Hummus is a paste made from chickpeas. And it belongs to the traditional cuisine of many Middle Eastern countries. It is a typical food in Lebanon, Turkey, and Egypt. The word "Hummus" comes from the Arabic word "alhums" which means chickpea.
The origin of hummus is very ancient. most historians affirm that already in ancient Egypt a chickpea paste was eaten very like the hummus that we know today. The current recipe is a thick chickpea puree, mixed with garlic, cumin, lemon, and sesame paste or tahini. The preparation of hummus is very simple, but you must have good chickpeas.
What chickpeas should I use?
The chickpeas to make the hummus must be well cooked, soft, and preferably without skin. Then there are two options, use a couple of cans of cooked chickpeas or cook them yourself at home.
We at Boxed Halal prefer to use fresh chickpeas and cook them, although this process is more laborious. With homemade chickpeas, the flavor is much more delicate and fresh. You have the added advantage of not consuming the chemicals and preservatives that canned chickpeas contain.
To cook chickpeas at home, you must soak them the night before preparing the hummus. Rinse the chickpeas under running water, and place them in a container covered with water, with a teaspoon of baking soda. Let them soak overnight. The longer the chickpeas soak before cooking, the less time they take to cook.
In the morning, drain the excess water. Rinse them under running water and place them back in the bowl with plenty of warm water. Dip your hands in the warm water and start peeling the chickpeas, the shell will come out easily and float on the surface of the water.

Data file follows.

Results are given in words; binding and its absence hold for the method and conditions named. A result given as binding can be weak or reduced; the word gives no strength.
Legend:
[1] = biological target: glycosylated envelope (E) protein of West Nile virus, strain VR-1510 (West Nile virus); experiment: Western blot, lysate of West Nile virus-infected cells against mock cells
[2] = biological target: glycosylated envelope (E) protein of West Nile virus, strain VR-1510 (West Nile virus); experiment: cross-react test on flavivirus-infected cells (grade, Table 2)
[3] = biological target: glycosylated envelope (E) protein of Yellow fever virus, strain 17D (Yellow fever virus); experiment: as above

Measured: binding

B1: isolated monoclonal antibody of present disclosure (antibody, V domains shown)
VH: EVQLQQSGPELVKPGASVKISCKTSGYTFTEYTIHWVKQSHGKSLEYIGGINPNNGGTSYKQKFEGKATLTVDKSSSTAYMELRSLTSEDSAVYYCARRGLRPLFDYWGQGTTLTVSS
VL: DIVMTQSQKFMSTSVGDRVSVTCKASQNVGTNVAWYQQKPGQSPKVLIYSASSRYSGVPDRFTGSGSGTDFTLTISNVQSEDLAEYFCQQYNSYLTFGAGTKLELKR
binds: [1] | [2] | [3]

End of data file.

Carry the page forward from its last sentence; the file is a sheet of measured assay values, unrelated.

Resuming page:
Continue this procedure until most of the chickpeas are peeled. Then you should cook the chickpeas for approximately three hours over medium heat.
The most important thing is that they are soft. It doesn't matter if some fall apart because you will eventually puree them. If you're using canned chickpeas, you just need to uncover the can and rinse.
How to make a good Hummus?
The main thing is to have tender chickpeas and a powerful blender because the hummus is so dense. When the chickpeas are tender you should place them in the blender glass, along with the olive oil, the lemon, and the garlic. You must beat this mixture until you get the desired texture.
This process requires patience. Then you need to cover the blender, process for a minute. Stop the motor and uncover the blender glass. With a spoon, remove the grains that are adhering to the glass, and liquefy again. When I make hummus I can repeat that process up to twenty times.
The important thing is to get hummus with a nice consistency. This will depend a lot on the humidity of the chickpeas. An more trick is to save some of the liquid from the cooking of the chickpeas and add it if necessary. Another important point is the amount of lemon, cumin, garlic, and oil that the hummus requires. The wonderful thing about this recipe is that you can taste and adjust the flavors as you prepare it. Naturally, you may like the acid taste better, or the taste of garlic, for example. Then you can add them to your liking. You just have to be careful to add them little by little and try until you get your ideal recipe.
If you want a light version, you can replace the oil with lemon juice and cooking water. The hummus will be softer and lower in calories.
In our recipe, no flavor predominates over another. But this is a matter of taste.
In our recipe, we add the sweet paprika and a little extra virgin olive oil on top, it gives a very rich flavor to the hummus. We also leave some grains of tender chickpea on top and a little finely chopped coriander.
This recipe is ideally accompanied by pita or naan bread
and vegetables cut into sticks. I usually use carrots, celery, paprika, or the firm vegetables that I have in the fridge that can be used to accompany this delicious spread.